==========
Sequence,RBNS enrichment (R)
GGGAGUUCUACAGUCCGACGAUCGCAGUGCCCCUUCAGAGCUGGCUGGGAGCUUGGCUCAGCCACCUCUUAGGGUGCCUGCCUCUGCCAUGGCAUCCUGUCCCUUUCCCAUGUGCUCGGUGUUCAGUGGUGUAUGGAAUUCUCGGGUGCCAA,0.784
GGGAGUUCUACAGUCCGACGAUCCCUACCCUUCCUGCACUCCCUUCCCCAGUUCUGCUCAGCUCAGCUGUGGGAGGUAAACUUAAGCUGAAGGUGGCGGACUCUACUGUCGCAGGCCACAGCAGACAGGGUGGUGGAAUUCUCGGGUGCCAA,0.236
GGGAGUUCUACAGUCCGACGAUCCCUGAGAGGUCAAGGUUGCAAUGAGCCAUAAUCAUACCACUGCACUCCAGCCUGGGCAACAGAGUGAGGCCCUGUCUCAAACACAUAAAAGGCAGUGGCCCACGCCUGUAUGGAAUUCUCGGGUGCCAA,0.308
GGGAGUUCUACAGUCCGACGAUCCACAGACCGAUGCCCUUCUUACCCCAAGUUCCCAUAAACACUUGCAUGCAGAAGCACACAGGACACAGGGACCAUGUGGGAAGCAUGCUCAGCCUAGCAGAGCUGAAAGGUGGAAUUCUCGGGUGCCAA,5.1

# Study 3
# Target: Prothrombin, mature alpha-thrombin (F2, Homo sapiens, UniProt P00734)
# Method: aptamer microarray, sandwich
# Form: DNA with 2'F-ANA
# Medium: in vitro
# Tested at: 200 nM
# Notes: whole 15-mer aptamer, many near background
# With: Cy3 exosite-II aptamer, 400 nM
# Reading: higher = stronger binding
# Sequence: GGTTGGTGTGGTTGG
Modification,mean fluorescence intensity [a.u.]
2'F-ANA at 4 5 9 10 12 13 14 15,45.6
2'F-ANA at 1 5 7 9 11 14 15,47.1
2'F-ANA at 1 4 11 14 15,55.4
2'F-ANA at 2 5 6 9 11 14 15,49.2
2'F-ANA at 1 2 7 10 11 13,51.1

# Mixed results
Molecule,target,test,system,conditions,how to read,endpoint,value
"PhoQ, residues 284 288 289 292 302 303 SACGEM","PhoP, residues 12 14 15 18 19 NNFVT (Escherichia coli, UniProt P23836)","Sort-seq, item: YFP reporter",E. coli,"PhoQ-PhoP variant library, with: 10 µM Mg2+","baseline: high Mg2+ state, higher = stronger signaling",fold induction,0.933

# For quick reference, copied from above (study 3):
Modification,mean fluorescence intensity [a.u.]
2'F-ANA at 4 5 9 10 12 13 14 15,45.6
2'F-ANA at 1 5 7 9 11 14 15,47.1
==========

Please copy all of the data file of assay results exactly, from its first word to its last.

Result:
Sequence,RBNS enrichment (R)
GGGAGUUCUACAGUCCGACGAUCGCAGUGCCCCUUCAGAGCUGGCUGGGAGCUUGGCUCAGCCACCUCUUAGGGUGCCUGCCUCUGCCAUGGCAUCCUGUCCCUUUCCCAUGUGCUCGGUGUUCAGUGGUGUAUGGAAUUCUCGGGUGCCAA,0.784
GGGAGUUCUACAGUCCGACGAUCCCUACCCUUCCUGCACUCCCUUCCCCAGUUCUGCUCAGCUCAGCUGUGGGAGGUAAACUUAAGCUGAAGGUGGCGGACUCUACUGUCGCAGGCCACAGCAGACAGGGUGGUGGAAUUCUCGGGUGCCAA,0.236
GGGAGUUCUACAGUCCGACGAUCCCUGAGAGGUCAAGGUUGCAAUGAGCCAUAAUCAUACCACUGCACUCCAGCCUGGGCAACAGAGUGAGGCCCUGUCUCAAACACAUAAAAGGCAGUGGCCCACGCCUGUAUGGAAUUCUCGGGUGCCAA,0.308
GGGAGUUCUACAGUCCGACGAUCCACAGACCGAUGCCCUUCUUACCCCAAGUUCCCAUAAACACUUGCAUGCAGAAGCACACAGGACACAGGGACCAUGUGGGAAGCAUGCUCAGCCUAGCAGAGCUGAAAGGUGGAAUUCUCGGGUGCCAA,5.1

# Study 3
# Target: Prothrombin, mature alpha-thrombin (F2, Homo sapiens, UniProt P00734)
# Method: aptamer microarray, sandwich
# Form: DNA with 2'F-ANA
# Medium: in vitro
# Tested at: 200 nM
# Notes: whole 15-mer aptamer, many near background
# With: Cy3 exosite-II aptamer, 400 nM
# Reading: higher = stronger binding
# Sequence: GGTTGGTGTGGTTGG
Modification,mean fluorescence intensity [a.u.]
2'F-ANA at 4 5 9 10 12 13 14 15,45.6
2'F-ANA at 1 5 7 9 11 14 15,47.1
2'F-ANA at 1 4 11 14 15,55.4
2'F-ANA at 2 5 6 9 11 14 15,49.2
2'F-ANA at 1 2 7 10 11 13,51.1

# Mixed results
Molecule,target,test,system,conditions,how to read,endpoint,value
"PhoQ, residues 284 288 289 292 302 303 SACGEM","PhoP, residues 12 14 15 18 19 NNFVT (Escherichia coli, UniProt P23836)","Sort-seq, item: YFP reporter",E. coli,"PhoQ-PhoP variant library, with: 10 µM Mg2+","baseline: high Mg2+ state, higher = stronger signaling",fold induction,0.933

# For quick reference, copied from above (study 3):
Modification,mean fluorescence intensity [a.u.]
2'F-ANA at 4 5 9 10 12 13 14 15,45.6
2'F-ANA at 1 5 7 9 11 14 15,47.1